The Minneapolis Downtown Council and the Minneapolis Downtown Improvement District have named their next president and CEO.
Adam Duininck is taking the reins this fall from longtime President and CEO Steve Cramer, who has helmed the Downtown Council for a decade and retires at the beginning of December.
“I am thrilled to become the president and CEO of the Mpls Downtown Council-Downtown Improvement District at such a pivotal time for downtown Minneapolis and the region,” Duininck said in a statement. “I look forward to building on the strong foundation that has been achieved through Steve Cramer’s leadership.”
Duininck currently serves as government affairs director for the North Central States Regional Council of Carpenters. He’s also a former Metropolitan Council chair.
An announcement from the Downtown Council says “Duininck brings a wealth of experience, a passion for urban development, and a commitment to enhancing the vibrancy and vitality of Minneapolis' downtown district.”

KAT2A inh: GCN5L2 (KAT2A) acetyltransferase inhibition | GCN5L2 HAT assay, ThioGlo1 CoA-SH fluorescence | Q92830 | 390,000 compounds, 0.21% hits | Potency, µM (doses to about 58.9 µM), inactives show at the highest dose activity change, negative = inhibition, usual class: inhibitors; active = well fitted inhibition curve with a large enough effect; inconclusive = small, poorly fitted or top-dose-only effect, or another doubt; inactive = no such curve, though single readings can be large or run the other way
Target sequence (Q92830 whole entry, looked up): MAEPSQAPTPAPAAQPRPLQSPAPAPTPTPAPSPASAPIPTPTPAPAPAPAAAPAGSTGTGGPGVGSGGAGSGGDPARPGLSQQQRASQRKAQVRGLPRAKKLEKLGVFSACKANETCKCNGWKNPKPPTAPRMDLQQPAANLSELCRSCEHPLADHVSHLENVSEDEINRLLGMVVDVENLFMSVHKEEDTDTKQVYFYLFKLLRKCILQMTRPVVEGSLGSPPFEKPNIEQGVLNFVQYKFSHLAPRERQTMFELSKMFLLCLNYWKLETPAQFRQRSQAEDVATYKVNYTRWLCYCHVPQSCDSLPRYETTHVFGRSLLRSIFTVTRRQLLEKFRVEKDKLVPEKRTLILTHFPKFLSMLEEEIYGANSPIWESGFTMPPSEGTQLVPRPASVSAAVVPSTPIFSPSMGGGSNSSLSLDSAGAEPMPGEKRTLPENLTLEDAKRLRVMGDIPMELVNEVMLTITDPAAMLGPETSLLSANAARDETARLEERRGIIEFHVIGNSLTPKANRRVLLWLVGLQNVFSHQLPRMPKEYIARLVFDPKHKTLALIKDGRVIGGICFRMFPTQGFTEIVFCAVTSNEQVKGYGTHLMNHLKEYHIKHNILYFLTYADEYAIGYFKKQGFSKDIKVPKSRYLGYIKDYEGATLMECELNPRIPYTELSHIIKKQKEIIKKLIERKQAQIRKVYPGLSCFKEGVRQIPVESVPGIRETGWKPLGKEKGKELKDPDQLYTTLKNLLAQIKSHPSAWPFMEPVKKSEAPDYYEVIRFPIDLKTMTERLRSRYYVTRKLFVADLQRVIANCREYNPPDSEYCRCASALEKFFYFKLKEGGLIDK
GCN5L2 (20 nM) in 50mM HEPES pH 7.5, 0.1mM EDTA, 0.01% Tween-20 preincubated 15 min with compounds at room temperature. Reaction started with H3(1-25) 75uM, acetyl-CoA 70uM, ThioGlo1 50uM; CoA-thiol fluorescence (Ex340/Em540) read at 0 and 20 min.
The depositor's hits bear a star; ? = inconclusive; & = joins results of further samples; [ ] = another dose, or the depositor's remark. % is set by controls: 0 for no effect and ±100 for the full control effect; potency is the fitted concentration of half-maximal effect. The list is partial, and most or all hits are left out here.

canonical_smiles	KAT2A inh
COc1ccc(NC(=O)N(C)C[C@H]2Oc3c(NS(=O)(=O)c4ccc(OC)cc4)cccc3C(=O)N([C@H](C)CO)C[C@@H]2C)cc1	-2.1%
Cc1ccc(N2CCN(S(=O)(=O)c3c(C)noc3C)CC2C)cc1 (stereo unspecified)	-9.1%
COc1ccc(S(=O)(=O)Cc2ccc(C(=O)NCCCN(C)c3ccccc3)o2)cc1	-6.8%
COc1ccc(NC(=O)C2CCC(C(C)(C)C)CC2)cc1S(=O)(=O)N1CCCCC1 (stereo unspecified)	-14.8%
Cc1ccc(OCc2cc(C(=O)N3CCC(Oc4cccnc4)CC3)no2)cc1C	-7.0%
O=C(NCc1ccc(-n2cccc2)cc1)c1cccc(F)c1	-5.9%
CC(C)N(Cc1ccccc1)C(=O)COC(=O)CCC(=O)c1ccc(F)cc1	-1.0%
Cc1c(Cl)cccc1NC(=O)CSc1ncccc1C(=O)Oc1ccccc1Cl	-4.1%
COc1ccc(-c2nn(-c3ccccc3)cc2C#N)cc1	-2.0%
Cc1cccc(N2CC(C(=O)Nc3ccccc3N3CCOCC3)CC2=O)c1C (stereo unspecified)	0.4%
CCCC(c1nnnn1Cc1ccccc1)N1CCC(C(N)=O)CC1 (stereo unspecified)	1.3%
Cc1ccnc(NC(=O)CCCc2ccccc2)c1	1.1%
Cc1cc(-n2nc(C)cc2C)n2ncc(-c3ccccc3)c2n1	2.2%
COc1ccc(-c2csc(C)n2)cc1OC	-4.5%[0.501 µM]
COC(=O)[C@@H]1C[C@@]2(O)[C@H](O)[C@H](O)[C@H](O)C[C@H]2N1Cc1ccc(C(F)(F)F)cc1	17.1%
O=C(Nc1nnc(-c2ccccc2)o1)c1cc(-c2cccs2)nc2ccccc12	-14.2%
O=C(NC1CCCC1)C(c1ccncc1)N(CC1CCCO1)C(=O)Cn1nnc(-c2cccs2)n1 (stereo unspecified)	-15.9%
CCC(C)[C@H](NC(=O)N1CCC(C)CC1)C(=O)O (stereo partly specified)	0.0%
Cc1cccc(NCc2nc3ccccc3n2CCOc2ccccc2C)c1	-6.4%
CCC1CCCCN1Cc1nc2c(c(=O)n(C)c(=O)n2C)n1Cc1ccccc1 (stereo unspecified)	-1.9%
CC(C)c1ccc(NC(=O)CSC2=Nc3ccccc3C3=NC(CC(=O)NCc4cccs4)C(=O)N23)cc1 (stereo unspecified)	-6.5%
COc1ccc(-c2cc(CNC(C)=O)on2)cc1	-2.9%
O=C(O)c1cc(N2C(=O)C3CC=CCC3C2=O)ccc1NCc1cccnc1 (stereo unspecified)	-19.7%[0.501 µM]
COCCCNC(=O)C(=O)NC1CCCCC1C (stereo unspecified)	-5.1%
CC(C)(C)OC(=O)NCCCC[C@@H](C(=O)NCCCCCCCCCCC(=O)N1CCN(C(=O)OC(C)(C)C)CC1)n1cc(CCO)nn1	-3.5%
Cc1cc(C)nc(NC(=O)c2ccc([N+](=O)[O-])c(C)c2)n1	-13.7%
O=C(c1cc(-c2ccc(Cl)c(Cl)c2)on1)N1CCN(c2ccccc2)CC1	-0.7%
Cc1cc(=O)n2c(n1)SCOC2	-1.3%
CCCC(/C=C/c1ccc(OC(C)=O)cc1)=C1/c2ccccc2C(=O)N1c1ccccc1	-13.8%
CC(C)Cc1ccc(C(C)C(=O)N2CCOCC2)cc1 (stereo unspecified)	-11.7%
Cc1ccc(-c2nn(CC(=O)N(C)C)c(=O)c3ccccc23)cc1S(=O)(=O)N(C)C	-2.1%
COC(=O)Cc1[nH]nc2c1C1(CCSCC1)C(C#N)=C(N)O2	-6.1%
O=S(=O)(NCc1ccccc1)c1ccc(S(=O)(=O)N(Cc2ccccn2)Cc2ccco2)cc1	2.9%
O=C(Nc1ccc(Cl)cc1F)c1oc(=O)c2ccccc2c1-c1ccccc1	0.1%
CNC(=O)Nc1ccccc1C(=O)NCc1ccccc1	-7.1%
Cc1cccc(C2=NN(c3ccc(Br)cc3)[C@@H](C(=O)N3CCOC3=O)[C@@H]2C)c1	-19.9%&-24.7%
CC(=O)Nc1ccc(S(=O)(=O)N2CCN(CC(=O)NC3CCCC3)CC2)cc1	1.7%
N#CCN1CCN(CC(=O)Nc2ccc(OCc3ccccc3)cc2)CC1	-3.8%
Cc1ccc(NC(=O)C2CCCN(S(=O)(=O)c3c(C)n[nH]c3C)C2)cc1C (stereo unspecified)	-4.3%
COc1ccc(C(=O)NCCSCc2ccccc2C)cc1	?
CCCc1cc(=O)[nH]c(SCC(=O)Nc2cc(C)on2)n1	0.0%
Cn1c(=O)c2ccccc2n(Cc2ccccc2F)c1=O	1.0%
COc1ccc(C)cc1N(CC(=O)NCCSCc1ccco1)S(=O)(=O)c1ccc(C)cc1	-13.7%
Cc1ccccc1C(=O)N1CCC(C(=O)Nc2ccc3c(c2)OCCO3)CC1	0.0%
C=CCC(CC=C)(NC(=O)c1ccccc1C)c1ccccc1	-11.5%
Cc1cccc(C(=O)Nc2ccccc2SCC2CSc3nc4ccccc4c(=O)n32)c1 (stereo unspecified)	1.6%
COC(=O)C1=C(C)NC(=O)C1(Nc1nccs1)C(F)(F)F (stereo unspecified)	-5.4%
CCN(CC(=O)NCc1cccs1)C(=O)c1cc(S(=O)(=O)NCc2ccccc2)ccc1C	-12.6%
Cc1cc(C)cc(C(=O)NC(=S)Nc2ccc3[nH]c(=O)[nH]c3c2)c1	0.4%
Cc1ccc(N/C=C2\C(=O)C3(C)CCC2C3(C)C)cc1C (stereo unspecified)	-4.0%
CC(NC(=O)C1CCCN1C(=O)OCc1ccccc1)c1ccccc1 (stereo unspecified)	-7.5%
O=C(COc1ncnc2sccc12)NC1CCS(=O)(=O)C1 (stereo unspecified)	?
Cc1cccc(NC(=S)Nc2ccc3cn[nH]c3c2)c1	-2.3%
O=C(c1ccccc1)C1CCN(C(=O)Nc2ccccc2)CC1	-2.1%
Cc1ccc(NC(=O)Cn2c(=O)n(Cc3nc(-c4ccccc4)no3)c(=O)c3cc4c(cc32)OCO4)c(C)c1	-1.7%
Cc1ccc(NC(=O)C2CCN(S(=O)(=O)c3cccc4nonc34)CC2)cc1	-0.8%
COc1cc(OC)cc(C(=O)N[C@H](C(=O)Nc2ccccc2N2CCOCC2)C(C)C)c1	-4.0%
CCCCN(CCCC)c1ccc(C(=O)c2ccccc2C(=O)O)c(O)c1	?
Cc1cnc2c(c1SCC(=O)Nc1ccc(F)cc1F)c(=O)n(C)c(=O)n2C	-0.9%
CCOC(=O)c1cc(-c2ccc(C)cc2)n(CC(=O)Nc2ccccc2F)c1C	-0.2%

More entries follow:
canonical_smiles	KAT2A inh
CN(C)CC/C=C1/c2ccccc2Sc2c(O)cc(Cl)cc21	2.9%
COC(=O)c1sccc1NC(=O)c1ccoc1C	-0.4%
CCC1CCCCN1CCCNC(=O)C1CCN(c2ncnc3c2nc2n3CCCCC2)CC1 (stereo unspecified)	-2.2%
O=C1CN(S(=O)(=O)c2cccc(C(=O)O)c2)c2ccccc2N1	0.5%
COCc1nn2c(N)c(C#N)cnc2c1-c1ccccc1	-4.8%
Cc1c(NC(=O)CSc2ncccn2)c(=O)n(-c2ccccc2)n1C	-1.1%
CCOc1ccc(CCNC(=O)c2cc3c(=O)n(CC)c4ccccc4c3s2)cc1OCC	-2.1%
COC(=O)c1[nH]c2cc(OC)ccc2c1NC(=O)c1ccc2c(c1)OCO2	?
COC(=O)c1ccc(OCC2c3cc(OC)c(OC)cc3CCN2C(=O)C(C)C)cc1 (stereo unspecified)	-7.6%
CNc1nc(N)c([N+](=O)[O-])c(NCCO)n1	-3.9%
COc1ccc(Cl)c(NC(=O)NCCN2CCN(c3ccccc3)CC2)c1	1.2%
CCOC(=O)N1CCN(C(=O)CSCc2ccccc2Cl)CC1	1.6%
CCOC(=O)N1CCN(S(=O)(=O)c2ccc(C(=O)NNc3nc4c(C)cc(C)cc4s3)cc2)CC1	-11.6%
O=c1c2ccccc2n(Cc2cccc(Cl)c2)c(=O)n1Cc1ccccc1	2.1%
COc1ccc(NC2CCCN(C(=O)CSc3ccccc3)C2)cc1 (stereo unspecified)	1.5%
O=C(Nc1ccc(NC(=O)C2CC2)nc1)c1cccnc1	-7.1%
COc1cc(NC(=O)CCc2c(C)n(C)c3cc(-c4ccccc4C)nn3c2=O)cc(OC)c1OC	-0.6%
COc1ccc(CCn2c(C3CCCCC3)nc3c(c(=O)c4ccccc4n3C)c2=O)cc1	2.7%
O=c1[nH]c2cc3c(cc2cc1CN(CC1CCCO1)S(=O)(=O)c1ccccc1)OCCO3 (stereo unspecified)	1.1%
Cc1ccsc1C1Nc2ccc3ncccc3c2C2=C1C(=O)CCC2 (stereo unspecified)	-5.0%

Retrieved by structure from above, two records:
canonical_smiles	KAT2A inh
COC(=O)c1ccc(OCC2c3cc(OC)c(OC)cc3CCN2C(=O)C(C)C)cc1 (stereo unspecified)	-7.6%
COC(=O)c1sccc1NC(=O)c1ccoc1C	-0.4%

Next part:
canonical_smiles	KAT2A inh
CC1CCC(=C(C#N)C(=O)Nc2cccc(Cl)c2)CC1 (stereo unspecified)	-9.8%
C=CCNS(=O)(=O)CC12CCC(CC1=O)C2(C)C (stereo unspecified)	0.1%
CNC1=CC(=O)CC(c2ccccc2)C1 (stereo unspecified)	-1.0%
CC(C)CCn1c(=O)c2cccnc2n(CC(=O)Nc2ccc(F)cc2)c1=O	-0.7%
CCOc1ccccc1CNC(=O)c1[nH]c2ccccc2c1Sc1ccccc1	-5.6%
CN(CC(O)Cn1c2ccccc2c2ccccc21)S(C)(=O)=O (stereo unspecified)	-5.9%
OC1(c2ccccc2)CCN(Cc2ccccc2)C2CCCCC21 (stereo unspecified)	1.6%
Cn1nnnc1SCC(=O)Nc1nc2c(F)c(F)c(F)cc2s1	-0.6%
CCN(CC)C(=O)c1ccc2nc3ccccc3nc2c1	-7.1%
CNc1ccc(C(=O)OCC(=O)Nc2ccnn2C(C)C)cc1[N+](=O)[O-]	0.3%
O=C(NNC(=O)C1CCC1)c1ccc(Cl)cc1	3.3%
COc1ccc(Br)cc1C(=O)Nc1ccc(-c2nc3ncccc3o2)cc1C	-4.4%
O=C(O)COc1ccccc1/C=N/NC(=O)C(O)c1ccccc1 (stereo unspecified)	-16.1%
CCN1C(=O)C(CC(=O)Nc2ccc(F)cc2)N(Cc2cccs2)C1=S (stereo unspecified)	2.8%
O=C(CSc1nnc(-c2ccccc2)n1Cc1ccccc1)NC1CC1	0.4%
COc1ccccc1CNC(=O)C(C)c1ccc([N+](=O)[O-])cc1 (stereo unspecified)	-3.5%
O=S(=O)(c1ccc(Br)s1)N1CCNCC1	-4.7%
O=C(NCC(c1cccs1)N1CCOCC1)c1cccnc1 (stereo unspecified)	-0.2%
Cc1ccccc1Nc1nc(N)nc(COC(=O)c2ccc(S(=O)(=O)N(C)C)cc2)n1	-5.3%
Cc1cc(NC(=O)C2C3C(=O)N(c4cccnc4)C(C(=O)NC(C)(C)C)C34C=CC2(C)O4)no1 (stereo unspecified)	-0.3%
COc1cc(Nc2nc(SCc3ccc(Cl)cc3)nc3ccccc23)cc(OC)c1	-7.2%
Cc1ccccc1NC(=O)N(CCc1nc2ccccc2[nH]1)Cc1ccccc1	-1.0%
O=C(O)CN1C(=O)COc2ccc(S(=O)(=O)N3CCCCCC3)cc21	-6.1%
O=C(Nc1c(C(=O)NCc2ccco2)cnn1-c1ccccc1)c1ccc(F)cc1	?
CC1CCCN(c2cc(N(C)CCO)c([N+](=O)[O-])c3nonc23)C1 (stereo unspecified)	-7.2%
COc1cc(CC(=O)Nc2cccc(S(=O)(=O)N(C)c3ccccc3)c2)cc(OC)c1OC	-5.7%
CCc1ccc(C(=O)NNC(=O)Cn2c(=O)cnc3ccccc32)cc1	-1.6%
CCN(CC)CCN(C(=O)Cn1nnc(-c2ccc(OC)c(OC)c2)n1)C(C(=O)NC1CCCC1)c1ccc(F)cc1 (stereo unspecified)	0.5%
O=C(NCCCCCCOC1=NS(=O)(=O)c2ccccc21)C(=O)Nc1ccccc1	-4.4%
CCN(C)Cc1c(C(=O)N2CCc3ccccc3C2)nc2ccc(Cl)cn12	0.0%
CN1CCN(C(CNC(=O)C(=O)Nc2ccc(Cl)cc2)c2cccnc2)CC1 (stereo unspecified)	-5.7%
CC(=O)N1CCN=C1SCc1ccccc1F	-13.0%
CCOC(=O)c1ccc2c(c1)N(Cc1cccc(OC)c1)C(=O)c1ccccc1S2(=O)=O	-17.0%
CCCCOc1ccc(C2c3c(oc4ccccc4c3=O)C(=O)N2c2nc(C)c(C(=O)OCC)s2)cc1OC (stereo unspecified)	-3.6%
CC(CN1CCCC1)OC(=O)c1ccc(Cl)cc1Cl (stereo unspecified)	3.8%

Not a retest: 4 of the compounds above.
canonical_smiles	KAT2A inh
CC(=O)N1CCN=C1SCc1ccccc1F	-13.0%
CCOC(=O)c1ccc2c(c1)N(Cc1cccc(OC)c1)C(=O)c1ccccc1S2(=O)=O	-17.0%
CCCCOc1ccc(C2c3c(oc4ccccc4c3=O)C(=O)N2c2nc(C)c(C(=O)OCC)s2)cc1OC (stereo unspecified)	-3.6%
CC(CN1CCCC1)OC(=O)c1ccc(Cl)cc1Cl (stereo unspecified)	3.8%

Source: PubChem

The Minneapolis Downtown Council is a nearly 70-year-old membership-based business association dedicated to making downtown a more inviting place for residents, workers and visitors alike. Similarly, the Downtown Improvement District is an affiliated nonprofit whose mission is to make downtown Minneapolis safer, cleaner and greener.
Together, their coverage area spans 120 blocks of the central business district, East Town and Loring Park neighborhoods and a sliver of Northeast around St. Anthony Main, much like ours at Downtown Voices.
Cramer called Duininck “an experienced, proven leader in our community” in a statement. He also said his successor “will be an important voice and actor as downtown advances into the future.”
No doubt, Duininck will play a critical role in getting more people to spend time in downtown Minneapolis, no matter the reason.
Occupancy in downtown’s largest office buildings is roughly 65%, according to the Downtown Council’s latest estimate.
Many of the biggest employers require their workers to be in their downtown offices at least two days a week, but Target (No. 1) and Hennepin County (No. 3) still haven’t enforced companywide mandates.